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The #1 Best Nut To Keep Your Brain Sharp, Says Dietitian

Including any type of nut in your diet can support brain health, but this nut in particular reigns supreme.
FACT CHECKED BY Olivia Tarantino

Taking steps to keep our brains sharp is something we can all agree is important. Sure, it is natural to lose some of our brain function as we get older, but certain dietary and lifestyle choices may help slow that process from occurring—ultimately helping you maintain your mental clarity and continue to function independently.

While certain factors that play into brain health are completely out of a person's control—like a person's genetics and age—other dietary and lifestyle choices are modifiable, and making certain improvements may help keep a person's brain health in check.

There is an accumulating body of scientific evidence that suggests that how we eat is an important factor for overall brain health, including as it relates to brain health-related conditions like Alzheimer's disease. And data shows that including walnuts in a diet may have an impressively positive effect on keeping your brain sharp.

The MIND diet and brain health

When focusing on a brain-health diet, the MIND Diet appears to be a dietary pattern that shows a lot of promise. As a combination between the Mediterranean Diet and the DASH Diet, the MIND diet is jam-packed with foods that contain brain health-supporting nutrients like omega-3 fatty acids, antioxidants, and folate.

Among the 10 food categories that are emphasized on the MIND Diet, nuts are high on the list. The creators recommend eating 1/2 cup of any variety of nuts at least five times each week, fueling the body with healthy fats, plant-based proteins, fiber, and antioxidants.

But among the sea of nut choices out there, how do you know which one is the best crunchy addition to include in your healthy brain diet plan?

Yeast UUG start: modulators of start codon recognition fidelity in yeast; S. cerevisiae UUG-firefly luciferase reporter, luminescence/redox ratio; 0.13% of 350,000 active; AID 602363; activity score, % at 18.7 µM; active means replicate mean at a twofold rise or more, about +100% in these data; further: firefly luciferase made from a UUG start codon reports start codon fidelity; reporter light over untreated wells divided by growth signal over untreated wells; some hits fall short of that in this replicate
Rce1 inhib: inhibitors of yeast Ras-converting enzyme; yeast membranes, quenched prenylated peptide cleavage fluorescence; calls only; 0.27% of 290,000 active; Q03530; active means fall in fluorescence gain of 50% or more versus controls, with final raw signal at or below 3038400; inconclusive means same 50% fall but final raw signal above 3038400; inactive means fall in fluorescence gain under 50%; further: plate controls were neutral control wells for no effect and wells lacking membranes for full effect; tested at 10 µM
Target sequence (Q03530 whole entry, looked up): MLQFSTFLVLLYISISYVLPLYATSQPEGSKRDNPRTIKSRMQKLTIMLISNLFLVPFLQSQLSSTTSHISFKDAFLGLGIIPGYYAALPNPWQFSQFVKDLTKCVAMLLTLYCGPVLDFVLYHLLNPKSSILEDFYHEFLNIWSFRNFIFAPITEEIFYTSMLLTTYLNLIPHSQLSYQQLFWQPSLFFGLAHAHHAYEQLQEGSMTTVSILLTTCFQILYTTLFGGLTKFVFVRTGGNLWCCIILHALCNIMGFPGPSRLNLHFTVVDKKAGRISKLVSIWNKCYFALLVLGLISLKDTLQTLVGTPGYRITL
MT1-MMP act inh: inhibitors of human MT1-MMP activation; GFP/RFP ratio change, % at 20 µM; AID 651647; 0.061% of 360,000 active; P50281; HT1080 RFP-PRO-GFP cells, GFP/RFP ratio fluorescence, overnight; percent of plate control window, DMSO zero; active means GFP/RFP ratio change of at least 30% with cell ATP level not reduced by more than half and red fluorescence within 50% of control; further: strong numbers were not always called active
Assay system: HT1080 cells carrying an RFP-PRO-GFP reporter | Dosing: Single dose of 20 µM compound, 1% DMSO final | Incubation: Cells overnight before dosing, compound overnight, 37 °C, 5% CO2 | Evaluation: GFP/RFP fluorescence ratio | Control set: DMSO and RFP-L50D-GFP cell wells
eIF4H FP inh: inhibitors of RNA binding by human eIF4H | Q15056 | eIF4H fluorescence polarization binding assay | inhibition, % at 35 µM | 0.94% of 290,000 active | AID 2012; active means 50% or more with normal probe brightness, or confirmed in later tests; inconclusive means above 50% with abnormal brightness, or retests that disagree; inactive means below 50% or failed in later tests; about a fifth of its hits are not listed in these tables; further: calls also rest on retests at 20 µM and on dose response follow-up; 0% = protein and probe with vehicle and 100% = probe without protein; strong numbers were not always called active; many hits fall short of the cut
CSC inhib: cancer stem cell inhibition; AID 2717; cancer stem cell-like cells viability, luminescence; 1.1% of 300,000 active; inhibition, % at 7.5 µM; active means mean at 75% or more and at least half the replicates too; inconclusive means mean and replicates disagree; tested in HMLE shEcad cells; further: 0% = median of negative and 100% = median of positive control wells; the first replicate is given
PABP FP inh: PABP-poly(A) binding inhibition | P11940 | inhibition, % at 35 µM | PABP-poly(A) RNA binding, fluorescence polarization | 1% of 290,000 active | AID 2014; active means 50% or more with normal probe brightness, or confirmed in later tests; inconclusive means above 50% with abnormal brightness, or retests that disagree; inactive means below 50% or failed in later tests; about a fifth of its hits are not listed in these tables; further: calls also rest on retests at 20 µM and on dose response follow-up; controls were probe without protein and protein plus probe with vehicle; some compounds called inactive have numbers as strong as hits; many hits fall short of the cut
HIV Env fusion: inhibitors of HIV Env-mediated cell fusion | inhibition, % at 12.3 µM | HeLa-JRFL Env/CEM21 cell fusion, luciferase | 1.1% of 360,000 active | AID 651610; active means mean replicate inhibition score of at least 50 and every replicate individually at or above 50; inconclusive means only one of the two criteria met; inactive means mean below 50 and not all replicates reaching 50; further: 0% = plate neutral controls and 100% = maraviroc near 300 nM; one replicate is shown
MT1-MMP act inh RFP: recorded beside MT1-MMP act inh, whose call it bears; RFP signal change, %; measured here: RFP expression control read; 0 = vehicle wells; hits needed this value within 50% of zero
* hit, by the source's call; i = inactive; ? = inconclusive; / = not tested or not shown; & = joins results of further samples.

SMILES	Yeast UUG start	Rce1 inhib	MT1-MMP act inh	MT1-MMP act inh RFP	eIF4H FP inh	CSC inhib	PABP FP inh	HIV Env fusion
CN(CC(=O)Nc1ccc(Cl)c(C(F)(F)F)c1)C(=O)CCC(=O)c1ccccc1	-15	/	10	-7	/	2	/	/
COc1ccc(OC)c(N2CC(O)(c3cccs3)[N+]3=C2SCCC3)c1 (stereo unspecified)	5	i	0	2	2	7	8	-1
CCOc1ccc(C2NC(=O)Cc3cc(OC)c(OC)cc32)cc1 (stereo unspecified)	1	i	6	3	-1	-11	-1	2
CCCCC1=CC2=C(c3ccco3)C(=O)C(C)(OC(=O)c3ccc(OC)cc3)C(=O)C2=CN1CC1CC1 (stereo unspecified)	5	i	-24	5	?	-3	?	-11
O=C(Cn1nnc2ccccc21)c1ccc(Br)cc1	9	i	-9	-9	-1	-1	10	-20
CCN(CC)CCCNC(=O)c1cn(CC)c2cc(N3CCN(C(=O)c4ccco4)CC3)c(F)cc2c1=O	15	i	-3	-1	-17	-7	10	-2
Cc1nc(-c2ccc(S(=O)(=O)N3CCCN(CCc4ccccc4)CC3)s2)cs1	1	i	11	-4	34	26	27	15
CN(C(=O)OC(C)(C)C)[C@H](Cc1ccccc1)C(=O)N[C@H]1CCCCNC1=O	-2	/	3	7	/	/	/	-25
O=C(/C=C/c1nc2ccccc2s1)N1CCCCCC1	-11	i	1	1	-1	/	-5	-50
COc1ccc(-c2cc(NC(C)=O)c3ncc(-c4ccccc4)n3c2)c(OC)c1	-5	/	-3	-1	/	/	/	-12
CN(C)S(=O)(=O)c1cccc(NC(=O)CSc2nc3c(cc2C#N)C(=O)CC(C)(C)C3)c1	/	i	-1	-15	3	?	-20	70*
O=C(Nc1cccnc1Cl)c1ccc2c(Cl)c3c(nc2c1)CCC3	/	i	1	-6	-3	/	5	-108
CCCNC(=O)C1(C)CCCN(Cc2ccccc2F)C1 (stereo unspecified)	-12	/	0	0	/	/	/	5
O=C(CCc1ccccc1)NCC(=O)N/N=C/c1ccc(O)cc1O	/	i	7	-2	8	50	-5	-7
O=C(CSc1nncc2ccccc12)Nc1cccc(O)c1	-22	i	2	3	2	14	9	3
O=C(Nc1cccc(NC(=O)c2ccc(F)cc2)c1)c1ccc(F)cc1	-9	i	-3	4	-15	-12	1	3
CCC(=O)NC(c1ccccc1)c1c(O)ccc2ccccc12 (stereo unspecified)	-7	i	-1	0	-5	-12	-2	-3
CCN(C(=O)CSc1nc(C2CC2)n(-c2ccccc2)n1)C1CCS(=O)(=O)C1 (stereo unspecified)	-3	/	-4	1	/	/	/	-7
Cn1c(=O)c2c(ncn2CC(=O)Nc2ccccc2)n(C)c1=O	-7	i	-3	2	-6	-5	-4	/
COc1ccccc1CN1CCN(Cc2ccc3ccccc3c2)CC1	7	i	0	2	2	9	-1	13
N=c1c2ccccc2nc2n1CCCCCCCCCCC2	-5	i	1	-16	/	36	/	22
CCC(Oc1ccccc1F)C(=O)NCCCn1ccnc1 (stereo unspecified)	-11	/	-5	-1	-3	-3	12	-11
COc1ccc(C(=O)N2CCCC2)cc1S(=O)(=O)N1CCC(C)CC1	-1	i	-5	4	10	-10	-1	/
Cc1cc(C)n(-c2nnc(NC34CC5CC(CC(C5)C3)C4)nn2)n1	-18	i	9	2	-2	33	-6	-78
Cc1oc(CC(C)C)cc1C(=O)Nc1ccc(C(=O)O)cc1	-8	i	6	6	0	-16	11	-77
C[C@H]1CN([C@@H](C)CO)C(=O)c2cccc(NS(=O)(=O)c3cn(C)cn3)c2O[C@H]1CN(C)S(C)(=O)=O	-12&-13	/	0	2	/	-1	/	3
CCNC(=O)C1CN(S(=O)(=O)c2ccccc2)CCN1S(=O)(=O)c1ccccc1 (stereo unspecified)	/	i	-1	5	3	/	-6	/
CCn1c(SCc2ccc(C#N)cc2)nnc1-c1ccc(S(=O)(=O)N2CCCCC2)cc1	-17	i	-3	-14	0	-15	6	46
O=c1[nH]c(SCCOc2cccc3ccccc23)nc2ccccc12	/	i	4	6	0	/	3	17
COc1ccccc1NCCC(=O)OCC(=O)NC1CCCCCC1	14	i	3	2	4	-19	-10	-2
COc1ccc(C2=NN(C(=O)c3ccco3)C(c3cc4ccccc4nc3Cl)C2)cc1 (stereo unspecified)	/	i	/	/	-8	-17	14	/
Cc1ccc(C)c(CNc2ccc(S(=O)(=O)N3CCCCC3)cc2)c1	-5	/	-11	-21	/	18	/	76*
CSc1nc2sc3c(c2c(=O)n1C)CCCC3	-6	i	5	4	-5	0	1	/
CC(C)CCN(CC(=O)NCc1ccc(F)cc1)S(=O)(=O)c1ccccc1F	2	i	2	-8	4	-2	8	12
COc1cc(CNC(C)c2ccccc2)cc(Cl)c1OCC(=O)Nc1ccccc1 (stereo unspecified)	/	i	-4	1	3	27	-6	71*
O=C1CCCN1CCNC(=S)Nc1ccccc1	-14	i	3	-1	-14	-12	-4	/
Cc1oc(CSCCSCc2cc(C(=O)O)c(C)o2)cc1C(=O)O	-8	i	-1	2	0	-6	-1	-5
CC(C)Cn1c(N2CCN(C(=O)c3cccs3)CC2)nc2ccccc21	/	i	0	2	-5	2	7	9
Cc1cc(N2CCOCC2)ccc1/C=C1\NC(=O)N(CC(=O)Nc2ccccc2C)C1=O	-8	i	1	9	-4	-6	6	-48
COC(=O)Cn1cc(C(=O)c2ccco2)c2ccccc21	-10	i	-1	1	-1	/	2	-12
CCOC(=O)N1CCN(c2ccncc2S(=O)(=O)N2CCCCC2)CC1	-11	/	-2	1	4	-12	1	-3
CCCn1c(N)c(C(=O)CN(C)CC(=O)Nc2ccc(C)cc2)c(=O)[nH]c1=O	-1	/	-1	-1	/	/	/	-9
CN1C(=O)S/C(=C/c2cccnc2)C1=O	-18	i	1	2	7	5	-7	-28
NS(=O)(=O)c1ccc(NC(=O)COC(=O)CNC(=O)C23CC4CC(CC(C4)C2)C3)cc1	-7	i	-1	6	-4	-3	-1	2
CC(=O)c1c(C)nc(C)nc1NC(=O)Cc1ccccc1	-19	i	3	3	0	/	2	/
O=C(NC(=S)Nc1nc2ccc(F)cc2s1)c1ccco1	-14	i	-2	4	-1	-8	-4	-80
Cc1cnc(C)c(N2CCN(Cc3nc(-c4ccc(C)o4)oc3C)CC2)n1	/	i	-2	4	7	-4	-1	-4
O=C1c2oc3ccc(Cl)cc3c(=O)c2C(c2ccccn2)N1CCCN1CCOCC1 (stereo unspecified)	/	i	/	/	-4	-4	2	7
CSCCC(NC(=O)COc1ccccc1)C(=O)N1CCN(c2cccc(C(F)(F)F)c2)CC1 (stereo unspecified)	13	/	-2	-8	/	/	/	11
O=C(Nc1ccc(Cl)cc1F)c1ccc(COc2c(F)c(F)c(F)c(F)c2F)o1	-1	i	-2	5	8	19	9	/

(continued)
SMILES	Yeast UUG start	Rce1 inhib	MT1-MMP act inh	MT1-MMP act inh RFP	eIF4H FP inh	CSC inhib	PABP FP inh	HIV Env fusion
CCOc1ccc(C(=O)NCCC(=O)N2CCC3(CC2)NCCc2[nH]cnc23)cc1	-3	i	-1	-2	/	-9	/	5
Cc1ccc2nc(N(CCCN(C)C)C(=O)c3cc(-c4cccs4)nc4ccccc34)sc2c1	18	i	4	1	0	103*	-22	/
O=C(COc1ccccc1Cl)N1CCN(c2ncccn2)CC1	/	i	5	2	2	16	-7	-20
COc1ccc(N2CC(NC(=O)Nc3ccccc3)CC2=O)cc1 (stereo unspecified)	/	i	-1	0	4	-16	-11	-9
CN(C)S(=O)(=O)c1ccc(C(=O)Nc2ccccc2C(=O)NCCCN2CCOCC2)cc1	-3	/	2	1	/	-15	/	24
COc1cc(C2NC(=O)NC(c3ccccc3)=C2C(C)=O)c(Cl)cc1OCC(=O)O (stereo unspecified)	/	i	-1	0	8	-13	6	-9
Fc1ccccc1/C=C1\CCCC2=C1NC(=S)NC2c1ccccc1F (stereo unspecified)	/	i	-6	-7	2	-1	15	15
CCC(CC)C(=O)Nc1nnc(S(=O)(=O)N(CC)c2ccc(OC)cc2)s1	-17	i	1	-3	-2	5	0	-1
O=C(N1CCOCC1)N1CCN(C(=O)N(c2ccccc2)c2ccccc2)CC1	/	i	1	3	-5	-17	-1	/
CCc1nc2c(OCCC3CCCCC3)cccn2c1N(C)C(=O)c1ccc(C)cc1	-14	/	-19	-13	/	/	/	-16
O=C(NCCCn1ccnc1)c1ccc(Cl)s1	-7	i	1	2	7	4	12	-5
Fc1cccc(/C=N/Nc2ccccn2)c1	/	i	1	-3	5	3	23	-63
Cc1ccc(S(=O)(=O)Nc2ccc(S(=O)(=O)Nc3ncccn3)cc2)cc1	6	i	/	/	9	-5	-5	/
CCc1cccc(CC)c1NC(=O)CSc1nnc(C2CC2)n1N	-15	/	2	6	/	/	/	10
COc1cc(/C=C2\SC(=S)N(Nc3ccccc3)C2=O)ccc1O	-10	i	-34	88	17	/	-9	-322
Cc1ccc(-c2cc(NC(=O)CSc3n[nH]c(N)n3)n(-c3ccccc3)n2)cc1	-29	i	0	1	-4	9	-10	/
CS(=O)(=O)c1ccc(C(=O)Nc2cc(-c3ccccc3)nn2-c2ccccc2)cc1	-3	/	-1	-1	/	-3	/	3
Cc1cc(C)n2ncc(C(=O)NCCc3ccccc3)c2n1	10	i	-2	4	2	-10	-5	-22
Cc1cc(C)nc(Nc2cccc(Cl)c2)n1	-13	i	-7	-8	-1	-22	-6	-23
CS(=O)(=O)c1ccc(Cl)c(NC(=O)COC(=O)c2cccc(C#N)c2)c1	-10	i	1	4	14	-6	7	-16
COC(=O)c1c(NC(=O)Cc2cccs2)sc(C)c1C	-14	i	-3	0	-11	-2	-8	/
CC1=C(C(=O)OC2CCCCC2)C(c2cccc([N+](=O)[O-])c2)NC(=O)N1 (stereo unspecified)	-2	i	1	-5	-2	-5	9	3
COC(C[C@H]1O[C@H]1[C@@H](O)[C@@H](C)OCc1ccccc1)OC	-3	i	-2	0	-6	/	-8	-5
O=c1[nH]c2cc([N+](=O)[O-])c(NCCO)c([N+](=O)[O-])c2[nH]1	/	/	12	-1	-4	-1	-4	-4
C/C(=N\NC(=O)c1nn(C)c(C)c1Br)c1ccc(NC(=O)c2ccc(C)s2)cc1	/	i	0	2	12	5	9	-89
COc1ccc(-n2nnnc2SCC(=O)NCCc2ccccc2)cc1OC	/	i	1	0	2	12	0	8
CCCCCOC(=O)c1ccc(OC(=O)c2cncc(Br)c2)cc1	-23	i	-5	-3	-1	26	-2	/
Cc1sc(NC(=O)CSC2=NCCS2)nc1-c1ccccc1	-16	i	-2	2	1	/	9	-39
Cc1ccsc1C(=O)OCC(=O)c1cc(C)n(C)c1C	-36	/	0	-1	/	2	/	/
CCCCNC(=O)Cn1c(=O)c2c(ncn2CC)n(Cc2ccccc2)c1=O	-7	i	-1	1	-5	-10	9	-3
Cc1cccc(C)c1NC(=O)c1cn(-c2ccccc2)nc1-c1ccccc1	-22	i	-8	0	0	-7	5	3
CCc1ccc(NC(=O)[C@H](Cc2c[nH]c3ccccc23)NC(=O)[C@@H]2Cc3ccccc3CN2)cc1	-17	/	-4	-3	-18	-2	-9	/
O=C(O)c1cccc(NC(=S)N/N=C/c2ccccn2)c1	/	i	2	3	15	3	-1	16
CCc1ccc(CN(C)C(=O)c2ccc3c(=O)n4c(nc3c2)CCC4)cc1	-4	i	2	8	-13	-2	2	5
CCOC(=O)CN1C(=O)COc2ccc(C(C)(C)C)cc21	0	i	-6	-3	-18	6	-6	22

While including any variety of nuts in your diet is a good idea when your goal is to support brain health, if you had to choose the best nut choice among the sea of fantastic options, the humble walnut will top the list.

 Secret Side Effects of Eating Walnuts, Says Dietitian

Walnuts support brain health in a variety of ways

woman holding walnuts

There are some things people can do that may help keep their brain as sharp as a tack, including focusing on following a healthy diet. Research shows that including walnuts in a diet may support:

  • Cognitive function and memory in groups at high risk for age-related cognitive impairment
  • A reduced risk of other diseases, such as cardiovascular disease or type 2 diabetes, which are risk factors for the development of dementia
  • A reduced risk of developing, or delaying the onset and/or slowing the progression of Alzheimer's disease

In fact, research from cell, animal, and human studies suggests that eating about 1–2 ounces of walnuts (about a handful) per day seems to show the strongest benefits for brain health.

Among the many brain health features that walnuts offer, walnut oil naturally present in these nuts has been found to offer a potential benefit to our brain health, specifically by protecting brain cells when using an early model of Alzheimer's Disease.

According to a new 2022 pre-clinical, cell-based study published in Nutrients, results suggest that when researchers exposed human brain cells in an isolated condition to roughly 10 micrograms per milliliter of walnut oil from 5 grams of California walnut powder that contained various fatty acid compounds including the plant-based omega-3 alpha-linolenic acid, walnut oil protected cells from oxidative stress, enhanced brain cell function, and reduced the formation of markers of Alzheimer's Disease progression known as beta-amyloid.

Clinical studies suggest eating walnuts reduces oxidative stress, inflammation, and other risk factors for Alzheimer's Disease. One compelling study showed that there are positive associations between walnut consumption and cognitive functions among all adults, regardless of age, gender or ethnicity.

Walnuts have plant-based nutrients with antioxidant and anti-inflammatory properties, including polyphenols, melatonin, folate, vitamin E, and selenium, and are the only nut to provide an excellent source of plant-based omega-3 ALA fatty acids (2.5 grams per ounce). It appears that this combination of nutrients may be just what the doctor ordered when we're looking for natural brain health support.


So, in a (wal)nutshell, including walnuts in your overall healthy and balanced diet may help you keep your brain sharp for years to come. So, sprinkle some walnuts on your morning oatmeal, coat your fish with crushed walnuts instead of breadcrumbs, and add some walnuts to your plant-based salad dishes. Your brain will thank you for it.

Lauren Manaker, MS, RDN, LD, CLEC, CPT
Lauren Manaker is an award-winning registered dietitian, book author, and recipe developer who has been in practice for almost 20 years. Read more about Lauren